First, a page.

The following press release is courtesy of the Sportsmen’s Alliance:
In response to the U.S. Senate’s passage of H.J. Res 69 recently, which rightfully returned game management on National Wildlife Refuge System lands in Alaska to state biologists, the Sportsmen’s Alliance is now calling on President Trump and Secretary of the Interior Ryan Zinke to apply the same sound scientific management principles to National Preserves in the state.
The rule changes recently reversed by Congress with the passage of H.J. Res 69, and signed by President Trump this week, only applied to refuge lands. Similar misguided management rules were also enacted by the Department of the Interior for preserves, which are managed by the National Parks Service, on October 23, 2015. This is too long ago for Congress to overturn with a simple majority vote in the Senate. Instead, it would require 60 votes in the Senate, which is too many to realistically expect (52 Senators voted to overturn the Refuge rule).
The Sportsmen’s Alliance, along with the Alaska Professional Hunter’s Association, filed suit in February to negate the rules changes and return wildlife management decisions to wildlife biologists in the state. With the Senate’s vote, and without further administrative action by the Trump Administration, the lawsuit will continue to move forward, but will be narrowed to only challenge the rules limiting state management of hunting on National Preserves in Alaska.
“The North American model of wildlife conservation has resulted in the proliferation of wildlife and wildlands nationwide for more than a century. With such proven and positive results for entire ecosystems, it only makes sense to continue using the same model on Alaska’s preserves, too,” said Sportsmen’s Alliance President and CEO, Evan Heusinkveld. “The Sportsmen’s Alliance and our members hope President Trump and Secretary Zinke will keep their promises to hunters, anglers and trappers by reversing these capricious rules and avoiding costly litigation.”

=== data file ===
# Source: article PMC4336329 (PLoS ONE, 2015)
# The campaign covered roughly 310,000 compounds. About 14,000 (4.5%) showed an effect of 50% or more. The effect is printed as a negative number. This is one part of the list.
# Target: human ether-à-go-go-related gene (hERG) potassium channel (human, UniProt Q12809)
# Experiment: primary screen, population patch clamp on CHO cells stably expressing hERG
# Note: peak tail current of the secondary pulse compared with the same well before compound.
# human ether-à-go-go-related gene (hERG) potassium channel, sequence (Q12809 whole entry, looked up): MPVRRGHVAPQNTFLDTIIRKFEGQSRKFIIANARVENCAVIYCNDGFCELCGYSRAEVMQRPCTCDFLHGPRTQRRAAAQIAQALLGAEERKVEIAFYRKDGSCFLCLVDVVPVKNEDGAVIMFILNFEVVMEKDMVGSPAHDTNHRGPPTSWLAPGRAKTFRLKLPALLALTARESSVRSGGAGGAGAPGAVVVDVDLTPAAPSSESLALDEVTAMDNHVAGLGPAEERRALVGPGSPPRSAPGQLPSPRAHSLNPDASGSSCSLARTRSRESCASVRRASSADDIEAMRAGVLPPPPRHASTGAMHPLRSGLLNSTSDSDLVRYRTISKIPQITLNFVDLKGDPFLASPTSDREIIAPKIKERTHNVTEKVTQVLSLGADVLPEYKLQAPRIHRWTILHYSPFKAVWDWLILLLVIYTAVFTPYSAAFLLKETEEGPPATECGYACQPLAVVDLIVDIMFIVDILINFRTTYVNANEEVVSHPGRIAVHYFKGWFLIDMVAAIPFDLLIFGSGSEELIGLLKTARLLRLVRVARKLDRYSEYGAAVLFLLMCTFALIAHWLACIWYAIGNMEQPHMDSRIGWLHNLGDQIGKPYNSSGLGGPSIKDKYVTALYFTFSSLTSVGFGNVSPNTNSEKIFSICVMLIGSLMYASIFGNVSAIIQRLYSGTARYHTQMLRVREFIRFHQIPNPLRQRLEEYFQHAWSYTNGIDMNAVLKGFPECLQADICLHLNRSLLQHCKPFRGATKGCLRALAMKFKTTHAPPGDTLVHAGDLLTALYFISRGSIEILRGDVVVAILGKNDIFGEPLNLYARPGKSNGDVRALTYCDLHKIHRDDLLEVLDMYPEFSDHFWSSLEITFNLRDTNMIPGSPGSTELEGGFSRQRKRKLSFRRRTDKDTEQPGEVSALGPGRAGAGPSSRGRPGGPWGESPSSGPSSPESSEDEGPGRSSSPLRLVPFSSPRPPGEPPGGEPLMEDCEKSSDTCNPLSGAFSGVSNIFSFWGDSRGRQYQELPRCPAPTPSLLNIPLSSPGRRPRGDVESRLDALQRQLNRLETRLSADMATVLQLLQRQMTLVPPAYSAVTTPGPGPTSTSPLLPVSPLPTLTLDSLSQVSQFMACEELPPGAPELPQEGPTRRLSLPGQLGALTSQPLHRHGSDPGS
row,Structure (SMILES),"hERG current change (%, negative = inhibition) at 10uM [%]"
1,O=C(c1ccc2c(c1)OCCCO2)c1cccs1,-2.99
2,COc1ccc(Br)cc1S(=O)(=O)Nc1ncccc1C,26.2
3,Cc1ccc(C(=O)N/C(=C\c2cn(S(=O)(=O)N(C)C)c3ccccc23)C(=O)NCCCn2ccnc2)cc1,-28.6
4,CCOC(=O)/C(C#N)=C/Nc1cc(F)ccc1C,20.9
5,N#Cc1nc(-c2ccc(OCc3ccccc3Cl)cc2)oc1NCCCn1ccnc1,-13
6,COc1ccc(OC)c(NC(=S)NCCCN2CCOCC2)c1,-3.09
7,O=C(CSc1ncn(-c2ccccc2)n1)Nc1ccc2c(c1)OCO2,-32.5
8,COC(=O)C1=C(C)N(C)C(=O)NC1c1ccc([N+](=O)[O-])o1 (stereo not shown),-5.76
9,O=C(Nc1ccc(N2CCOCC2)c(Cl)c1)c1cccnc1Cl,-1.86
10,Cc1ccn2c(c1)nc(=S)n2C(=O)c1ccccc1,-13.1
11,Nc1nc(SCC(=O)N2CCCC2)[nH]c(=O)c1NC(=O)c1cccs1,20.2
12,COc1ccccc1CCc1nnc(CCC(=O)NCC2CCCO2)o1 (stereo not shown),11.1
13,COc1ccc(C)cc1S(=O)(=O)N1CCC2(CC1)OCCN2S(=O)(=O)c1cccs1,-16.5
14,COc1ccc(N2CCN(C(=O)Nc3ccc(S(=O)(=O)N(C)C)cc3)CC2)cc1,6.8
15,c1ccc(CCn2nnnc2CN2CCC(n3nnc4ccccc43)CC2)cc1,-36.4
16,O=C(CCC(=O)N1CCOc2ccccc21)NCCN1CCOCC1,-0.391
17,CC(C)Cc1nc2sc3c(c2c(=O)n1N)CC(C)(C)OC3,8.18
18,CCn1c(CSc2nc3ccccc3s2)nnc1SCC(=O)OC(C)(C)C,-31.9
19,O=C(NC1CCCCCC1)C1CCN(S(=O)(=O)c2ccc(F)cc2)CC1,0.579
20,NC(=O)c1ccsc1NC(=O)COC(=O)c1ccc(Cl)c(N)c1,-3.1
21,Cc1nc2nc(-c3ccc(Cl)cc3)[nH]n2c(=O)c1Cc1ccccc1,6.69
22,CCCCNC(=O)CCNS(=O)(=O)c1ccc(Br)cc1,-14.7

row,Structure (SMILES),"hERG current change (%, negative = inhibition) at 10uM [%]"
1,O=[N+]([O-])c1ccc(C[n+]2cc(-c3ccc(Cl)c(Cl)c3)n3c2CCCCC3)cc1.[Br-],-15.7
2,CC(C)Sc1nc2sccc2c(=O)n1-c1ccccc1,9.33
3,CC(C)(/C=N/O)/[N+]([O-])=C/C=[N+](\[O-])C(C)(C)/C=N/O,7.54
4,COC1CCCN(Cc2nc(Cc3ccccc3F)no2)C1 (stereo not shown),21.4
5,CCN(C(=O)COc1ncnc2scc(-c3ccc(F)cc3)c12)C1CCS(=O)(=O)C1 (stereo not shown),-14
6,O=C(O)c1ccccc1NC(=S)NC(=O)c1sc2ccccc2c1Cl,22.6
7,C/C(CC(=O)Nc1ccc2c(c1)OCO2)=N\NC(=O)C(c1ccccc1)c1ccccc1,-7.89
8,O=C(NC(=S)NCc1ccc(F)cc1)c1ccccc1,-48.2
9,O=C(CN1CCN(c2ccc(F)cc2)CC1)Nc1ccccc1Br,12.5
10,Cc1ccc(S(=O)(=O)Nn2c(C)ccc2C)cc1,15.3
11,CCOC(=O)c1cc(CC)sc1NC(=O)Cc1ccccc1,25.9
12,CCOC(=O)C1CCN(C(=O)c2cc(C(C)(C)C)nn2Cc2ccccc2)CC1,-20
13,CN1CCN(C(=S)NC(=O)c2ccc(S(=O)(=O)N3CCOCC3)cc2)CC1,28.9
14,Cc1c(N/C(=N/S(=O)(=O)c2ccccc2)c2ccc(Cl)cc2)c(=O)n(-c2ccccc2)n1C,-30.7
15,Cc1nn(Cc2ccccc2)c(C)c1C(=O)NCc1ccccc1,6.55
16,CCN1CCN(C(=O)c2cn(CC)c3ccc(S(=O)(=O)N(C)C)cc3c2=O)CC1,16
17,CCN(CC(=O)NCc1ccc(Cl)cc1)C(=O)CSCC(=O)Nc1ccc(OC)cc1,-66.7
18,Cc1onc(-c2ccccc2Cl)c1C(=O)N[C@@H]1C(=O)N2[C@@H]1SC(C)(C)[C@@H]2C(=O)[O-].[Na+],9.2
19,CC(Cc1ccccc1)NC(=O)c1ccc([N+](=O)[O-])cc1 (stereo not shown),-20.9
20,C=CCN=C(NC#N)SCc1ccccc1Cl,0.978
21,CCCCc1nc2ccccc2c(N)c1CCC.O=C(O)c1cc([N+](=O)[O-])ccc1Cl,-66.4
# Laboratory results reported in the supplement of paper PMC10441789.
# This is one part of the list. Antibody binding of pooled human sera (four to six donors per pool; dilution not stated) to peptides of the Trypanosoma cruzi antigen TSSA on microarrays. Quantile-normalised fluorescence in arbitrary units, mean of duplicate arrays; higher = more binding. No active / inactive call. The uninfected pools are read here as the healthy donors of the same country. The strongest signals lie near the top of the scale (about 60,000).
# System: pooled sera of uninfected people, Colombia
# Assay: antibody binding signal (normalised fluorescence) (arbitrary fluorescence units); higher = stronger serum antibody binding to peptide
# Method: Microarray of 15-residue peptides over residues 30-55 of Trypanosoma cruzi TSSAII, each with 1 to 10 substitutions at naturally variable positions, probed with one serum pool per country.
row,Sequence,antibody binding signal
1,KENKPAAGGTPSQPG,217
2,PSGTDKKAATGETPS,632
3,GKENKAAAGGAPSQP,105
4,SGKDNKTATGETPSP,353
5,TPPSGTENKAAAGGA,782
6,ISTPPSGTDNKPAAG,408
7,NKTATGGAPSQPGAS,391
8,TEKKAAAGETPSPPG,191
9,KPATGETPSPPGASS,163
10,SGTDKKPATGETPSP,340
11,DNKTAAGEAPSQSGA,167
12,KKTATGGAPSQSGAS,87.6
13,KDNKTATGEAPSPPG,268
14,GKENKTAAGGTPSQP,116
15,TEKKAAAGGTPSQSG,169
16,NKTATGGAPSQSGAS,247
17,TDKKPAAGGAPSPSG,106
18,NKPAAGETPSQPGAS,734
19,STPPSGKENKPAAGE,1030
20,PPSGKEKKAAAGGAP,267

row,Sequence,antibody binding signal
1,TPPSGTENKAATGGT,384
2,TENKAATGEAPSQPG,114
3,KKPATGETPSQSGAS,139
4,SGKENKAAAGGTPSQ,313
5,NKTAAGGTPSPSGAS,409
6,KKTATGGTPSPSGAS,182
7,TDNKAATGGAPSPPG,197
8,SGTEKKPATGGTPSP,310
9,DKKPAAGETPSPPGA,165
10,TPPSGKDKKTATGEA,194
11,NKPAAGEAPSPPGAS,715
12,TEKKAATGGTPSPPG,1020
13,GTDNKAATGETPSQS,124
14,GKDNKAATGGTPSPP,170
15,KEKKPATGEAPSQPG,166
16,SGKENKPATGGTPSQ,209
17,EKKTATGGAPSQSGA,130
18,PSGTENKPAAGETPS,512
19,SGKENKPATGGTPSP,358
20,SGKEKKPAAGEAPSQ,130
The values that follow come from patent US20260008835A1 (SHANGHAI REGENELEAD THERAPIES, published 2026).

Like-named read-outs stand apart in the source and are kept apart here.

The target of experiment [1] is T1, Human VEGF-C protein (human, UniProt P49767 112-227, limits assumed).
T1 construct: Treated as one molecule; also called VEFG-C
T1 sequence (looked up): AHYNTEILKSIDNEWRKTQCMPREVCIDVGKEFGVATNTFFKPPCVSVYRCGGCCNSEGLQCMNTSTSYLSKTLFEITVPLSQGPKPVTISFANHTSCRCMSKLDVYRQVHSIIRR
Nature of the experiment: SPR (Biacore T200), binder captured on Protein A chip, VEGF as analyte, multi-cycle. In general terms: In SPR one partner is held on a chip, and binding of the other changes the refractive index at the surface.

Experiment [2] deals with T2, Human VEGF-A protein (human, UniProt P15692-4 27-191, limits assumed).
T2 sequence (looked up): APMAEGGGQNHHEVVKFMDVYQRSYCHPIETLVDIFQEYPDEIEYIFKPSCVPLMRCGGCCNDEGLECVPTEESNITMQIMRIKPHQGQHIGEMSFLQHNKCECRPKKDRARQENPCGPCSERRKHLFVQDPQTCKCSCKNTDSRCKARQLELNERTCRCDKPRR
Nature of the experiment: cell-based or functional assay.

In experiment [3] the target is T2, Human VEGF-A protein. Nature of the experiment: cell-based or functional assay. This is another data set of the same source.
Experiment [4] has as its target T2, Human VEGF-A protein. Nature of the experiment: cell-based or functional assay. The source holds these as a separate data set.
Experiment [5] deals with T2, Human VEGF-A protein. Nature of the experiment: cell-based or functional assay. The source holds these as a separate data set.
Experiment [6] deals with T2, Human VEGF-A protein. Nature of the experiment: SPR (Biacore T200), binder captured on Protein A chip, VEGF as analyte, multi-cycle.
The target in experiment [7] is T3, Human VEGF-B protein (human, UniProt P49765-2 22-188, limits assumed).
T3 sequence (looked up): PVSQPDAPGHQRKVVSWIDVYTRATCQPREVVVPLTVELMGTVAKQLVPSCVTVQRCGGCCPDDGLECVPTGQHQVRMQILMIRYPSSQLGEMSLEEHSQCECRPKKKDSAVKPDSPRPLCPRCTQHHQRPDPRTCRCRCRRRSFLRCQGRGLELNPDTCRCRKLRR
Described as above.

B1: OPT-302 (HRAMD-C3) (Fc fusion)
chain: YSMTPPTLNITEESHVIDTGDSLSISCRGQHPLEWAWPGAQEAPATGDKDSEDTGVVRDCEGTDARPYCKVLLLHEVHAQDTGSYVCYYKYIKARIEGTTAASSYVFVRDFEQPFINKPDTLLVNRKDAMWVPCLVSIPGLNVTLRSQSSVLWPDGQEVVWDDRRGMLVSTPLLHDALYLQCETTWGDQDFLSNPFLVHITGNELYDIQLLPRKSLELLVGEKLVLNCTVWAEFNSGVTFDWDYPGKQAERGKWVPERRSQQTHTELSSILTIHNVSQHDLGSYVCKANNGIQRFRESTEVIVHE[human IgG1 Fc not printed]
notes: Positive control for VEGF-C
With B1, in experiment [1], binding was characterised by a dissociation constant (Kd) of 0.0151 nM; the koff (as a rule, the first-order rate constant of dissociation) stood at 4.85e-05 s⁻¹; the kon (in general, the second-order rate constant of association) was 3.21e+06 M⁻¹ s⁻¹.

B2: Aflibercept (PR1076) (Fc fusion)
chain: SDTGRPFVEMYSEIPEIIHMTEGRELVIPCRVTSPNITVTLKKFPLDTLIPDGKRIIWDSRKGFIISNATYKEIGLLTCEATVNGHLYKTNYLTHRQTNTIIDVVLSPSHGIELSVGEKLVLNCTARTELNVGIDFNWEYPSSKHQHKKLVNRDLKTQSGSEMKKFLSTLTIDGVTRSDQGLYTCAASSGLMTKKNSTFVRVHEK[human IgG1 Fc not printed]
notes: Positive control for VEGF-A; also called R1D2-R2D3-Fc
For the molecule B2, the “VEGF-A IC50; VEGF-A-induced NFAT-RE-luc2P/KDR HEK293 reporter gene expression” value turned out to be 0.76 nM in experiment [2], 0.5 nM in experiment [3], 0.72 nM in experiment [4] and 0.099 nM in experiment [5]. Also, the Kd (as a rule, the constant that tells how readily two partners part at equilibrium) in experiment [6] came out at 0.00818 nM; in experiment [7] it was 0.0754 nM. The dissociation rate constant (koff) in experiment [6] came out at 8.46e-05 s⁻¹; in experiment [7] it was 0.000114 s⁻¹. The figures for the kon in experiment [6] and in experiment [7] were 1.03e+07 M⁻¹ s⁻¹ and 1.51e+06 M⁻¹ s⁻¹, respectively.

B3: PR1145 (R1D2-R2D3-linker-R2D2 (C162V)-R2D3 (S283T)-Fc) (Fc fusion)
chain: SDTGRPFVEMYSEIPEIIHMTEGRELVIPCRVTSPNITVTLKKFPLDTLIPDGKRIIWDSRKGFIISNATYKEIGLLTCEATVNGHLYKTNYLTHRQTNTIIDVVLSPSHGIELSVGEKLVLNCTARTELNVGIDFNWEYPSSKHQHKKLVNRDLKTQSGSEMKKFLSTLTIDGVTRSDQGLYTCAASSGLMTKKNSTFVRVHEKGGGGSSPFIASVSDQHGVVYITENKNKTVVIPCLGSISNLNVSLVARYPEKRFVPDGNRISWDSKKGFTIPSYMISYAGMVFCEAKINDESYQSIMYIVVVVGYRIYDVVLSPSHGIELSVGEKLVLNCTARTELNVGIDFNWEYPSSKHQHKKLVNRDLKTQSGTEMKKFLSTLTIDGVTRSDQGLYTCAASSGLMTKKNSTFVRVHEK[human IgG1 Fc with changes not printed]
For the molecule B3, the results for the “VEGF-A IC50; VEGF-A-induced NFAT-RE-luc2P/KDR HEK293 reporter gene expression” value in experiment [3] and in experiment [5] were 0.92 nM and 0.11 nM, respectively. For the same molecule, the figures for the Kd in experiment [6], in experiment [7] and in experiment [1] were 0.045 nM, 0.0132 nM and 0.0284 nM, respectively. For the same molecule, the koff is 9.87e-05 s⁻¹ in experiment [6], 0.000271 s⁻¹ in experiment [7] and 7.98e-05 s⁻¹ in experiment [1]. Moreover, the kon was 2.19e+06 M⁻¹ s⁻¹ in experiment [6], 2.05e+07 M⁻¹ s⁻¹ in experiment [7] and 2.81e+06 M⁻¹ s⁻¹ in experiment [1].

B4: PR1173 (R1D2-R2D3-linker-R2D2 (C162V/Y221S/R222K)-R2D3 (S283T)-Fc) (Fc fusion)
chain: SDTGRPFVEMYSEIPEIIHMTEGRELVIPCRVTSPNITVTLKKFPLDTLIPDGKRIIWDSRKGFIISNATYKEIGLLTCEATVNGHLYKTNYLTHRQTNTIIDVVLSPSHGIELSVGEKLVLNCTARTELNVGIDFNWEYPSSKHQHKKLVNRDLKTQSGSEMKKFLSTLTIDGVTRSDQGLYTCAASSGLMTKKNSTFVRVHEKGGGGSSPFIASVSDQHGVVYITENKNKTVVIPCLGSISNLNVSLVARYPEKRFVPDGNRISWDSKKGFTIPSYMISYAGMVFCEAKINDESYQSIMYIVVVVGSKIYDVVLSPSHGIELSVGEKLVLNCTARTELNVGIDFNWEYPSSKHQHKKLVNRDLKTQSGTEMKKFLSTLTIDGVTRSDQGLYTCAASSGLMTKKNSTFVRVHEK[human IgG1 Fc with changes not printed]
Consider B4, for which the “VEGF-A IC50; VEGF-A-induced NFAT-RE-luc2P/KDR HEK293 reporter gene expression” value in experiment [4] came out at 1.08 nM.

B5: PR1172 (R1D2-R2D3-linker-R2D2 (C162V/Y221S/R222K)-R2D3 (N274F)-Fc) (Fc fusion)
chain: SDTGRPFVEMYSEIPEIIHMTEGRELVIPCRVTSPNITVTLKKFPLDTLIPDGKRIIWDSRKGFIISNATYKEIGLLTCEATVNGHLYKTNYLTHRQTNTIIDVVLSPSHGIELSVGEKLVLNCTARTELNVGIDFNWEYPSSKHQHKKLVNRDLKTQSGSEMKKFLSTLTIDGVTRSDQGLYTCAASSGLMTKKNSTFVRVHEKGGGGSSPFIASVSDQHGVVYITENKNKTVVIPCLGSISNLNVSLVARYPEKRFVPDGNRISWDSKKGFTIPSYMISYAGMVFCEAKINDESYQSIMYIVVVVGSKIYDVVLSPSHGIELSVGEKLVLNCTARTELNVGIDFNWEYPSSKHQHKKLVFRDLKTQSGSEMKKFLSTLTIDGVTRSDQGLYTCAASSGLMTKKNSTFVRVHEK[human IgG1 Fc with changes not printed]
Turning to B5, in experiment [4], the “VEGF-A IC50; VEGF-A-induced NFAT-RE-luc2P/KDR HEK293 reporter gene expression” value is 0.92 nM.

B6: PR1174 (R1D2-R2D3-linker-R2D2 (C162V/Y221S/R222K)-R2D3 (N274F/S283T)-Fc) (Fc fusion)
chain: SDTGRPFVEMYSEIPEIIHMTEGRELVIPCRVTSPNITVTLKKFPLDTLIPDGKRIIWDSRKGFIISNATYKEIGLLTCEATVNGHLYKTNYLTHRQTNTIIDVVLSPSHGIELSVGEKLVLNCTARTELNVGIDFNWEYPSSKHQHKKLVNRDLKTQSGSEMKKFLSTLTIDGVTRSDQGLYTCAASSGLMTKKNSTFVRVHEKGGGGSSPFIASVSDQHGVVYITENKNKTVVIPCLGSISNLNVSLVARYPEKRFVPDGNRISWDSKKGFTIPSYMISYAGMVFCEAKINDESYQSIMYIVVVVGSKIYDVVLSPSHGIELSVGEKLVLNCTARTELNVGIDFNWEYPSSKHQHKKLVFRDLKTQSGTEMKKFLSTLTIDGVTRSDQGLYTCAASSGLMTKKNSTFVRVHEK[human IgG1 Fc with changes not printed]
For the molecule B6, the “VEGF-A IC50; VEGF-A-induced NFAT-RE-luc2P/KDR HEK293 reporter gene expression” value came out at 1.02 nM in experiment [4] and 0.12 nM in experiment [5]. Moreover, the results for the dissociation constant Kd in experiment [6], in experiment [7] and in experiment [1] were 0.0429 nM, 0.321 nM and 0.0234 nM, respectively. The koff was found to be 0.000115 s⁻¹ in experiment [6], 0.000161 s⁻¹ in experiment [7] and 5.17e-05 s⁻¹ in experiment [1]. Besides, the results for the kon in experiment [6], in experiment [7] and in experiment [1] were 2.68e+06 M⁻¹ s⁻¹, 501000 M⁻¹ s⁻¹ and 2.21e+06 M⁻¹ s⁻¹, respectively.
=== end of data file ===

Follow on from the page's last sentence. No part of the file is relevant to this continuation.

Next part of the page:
The rule changes on wildlife refuges, which were adopted in August, 2016, expanded the definition of predator control so that state management decisions (season dates, bag limits, methods of take, etc.) fell within the expanded definition and under federal jurisdiction on refuge property. This overreaching federal action banned the most reasonable and restrained means of controlling wolf, black bear and grizzly bear populations.
Controlling apex predator populations is necessary to maintain sustainable populations of prey species such as caribou, moose and other ungulates, as well as the overall balance of the ecosystem. The changes handcuffed wildlife biologists and land managers, and usurped Alaska’s right to manage game species in accordance with state goals and traditions.
Anti-hunting and animal-rights organizations applauded the rule changes when officially adopted by the Department of Interior. Now that Congress has overturned the rules, these same groups are lining up to intervene in the lawsuit as defendants and to apply social and political pressure to keep the misguided rules in place on preserves.
A look at the list of those opposing proven scientific management reads like a who’s who of big-money animal-rights organizations: Humane Society of the United States, Sierra Club, Defenders of Wildlife, Center for Biological Diversity, Wilderness Society and others. Combined, these groups have hundreds of millions of dollars to spend to advance their agenda of ending hunting, trapping and other scientific wildlife management practices.
Pushing anti-hunting legislation in statehouses nationwide, bankrolling ballot-box initiatives from beginning to end and litigating in courtrooms at the state and federal levels, these organizations are shaping wildlife management policy and practice in the 21st Century.
For more than 100 years, conservation, wildlife management and sportsmen have gone hand in hand. The hunter, the angler and the trapper are at the forefront of proper scientific management today and have been the backbone of conservation and the proliferation of wildlife and wildlands since America’s hunting President, Theodore Roosevelt, took office, created the National Wildlife Refuge System and revolutionized hunting into the regulated tool it is currently.
If sportsmen are to remain an effective part and parcel of proactive wildlife management, and not relegated to observers of reactive management policies, we must unite across differences, protect lesser-practiced methods and fight for wildlife rules that have successfully worked for more than a century.
The Sportsmen’s Alliance is taking the largest, richest and most vocal animal-rights organizations on headfirst. We’re outgunned when we face off against the deep pockets and 150-million-dollar budgets which are used to support legal fees and court cases, ability to purchase air time during ballot-box battles, as well as reach within mainstream and social media. But we know how to win. We do 95-percent of the time.
For more on the Sportsmen’s Alliance, click here.